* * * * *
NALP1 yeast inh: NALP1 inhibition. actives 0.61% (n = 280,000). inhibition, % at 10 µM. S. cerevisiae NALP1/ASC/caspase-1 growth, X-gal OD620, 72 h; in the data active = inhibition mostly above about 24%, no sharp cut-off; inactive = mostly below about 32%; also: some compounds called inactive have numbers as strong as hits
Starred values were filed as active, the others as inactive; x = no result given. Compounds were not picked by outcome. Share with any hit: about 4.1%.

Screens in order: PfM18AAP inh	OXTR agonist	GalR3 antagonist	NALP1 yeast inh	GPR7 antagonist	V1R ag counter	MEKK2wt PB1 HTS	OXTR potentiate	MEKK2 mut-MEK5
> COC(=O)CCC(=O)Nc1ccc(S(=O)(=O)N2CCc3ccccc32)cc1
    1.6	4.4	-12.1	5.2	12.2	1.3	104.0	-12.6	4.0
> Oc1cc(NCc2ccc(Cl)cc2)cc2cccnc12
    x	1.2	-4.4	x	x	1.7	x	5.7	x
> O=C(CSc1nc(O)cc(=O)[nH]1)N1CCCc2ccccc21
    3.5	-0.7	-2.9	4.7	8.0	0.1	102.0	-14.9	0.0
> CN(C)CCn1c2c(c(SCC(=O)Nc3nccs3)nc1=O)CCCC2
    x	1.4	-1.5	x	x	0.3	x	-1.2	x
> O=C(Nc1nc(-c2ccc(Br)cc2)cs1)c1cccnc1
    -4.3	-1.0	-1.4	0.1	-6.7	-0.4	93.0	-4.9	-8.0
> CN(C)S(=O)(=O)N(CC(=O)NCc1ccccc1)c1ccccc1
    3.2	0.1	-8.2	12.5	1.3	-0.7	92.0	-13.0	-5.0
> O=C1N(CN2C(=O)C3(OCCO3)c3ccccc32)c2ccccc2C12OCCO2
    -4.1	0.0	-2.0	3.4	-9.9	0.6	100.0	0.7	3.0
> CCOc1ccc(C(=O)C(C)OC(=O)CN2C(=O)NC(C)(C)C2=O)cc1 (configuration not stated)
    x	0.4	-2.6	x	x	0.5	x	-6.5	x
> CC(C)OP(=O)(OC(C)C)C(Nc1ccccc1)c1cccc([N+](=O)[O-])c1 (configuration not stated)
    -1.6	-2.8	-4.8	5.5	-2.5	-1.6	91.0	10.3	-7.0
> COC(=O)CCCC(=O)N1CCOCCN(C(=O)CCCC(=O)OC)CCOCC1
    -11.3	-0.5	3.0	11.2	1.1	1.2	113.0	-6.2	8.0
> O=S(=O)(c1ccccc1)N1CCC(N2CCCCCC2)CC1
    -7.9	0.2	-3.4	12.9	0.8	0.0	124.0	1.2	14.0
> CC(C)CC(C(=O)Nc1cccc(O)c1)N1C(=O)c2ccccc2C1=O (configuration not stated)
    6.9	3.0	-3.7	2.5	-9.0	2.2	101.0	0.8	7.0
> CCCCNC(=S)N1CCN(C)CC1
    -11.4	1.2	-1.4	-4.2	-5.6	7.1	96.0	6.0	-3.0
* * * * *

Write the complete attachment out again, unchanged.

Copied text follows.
NALP1 yeast inh: NALP1 inhibition. actives 0.61% (n = 280,000). inhibition, % at 10 µM. S. cerevisiae NALP1/ASC/caspase-1 growth, X-gal OD620, 72 h; in the data active = inhibition mostly above about 24%, no sharp cut-off; inactive = mostly below about 32%; also: some compounds called inactive have numbers as strong as hits
Starred values were filed as active, the others as inactive; x = no result given. Compounds were not picked by outcome. Share with any hit: about 4.1%.

Screens in order: PfM18AAP inh	OXTR agonist	GalR3 antagonist	NALP1 yeast inh	GPR7 antagonist	V1R ag counter	MEKK2wt PB1 HTS	OXTR potentiate	MEKK2 mut-MEK5
> COC(=O)CCC(=O)Nc1ccc(S(=O)(=O)N2CCc3ccccc32)cc1
    1.6	4.4	-12.1	5.2	12.2	1.3	104.0	-12.6	4.0
> Oc1cc(NCc2ccc(Cl)cc2)cc2cccnc12
    x	1.2	-4.4	x	x	1.7	x	5.7	x
> O=C(CSc1nc(O)cc(=O)[nH]1)N1CCCc2ccccc21
    3.5	-0.7	-2.9	4.7	8.0	0.1	102.0	-14.9	0.0
> CN(C)CCn1c2c(c(SCC(=O)Nc3nccs3)nc1=O)CCCC2
    x	1.4	-1.5	x	x	0.3	x	-1.2	x
> O=C(Nc1nc(-c2ccc(Br)cc2)cs1)c1cccnc1
    -4.3	-1.0	-1.4	0.1	-6.7	-0.4	93.0	-4.9	-8.0
> CN(C)S(=O)(=O)N(CC(=O)NCc1ccccc1)c1ccccc1
    3.2	0.1	-8.2	12.5	1.3	-0.7	92.0	-13.0	-5.0
> O=C1N(CN2C(=O)C3(OCCO3)c3ccccc32)c2ccccc2C12OCCO2
    -4.1	0.0	-2.0	3.4	-9.9	0.6	100.0	0.7	3.0
> CCOc1ccc(C(=O)C(C)OC(=O)CN2C(=O)NC(C)(C)C2=O)cc1 (configuration not stated)
    x	0.4	-2.6	x	x	0.5	x	-6.5	x
> CC(C)OP(=O)(OC(C)C)C(Nc1ccccc1)c1cccc([N+](=O)[O-])c1 (configuration not stated)
    -1.6	-2.8	-4.8	5.5	-2.5	-1.6	91.0	10.3	-7.0
> COC(=O)CCCC(=O)N1CCOCCN(C(=O)CCCC(=O)OC)CCOCC1
    -11.3	-0.5	3.0	11.2	1.1	1.2	113.0	-6.2	8.0
> O=S(=O)(c1ccccc1)N1CCC(N2CCCCCC2)CC1
    -7.9	0.2	-3.4	12.9	0.8	0.0	124.0	1.2	14.0
> CC(C)CC(C(=O)Nc1cccc(O)c1)N1C(=O)c2ccccc2C1=O (configuration not stated)
    6.9	3.0	-3.7	2.5	-9.0	2.2	101.0	0.8	7.0
> CCCCNC(=S)N1CCN(C)CC1
    -11.4	1.2	-1.4	-4.2	-5.6	7.1	96.0	6.0	-3.0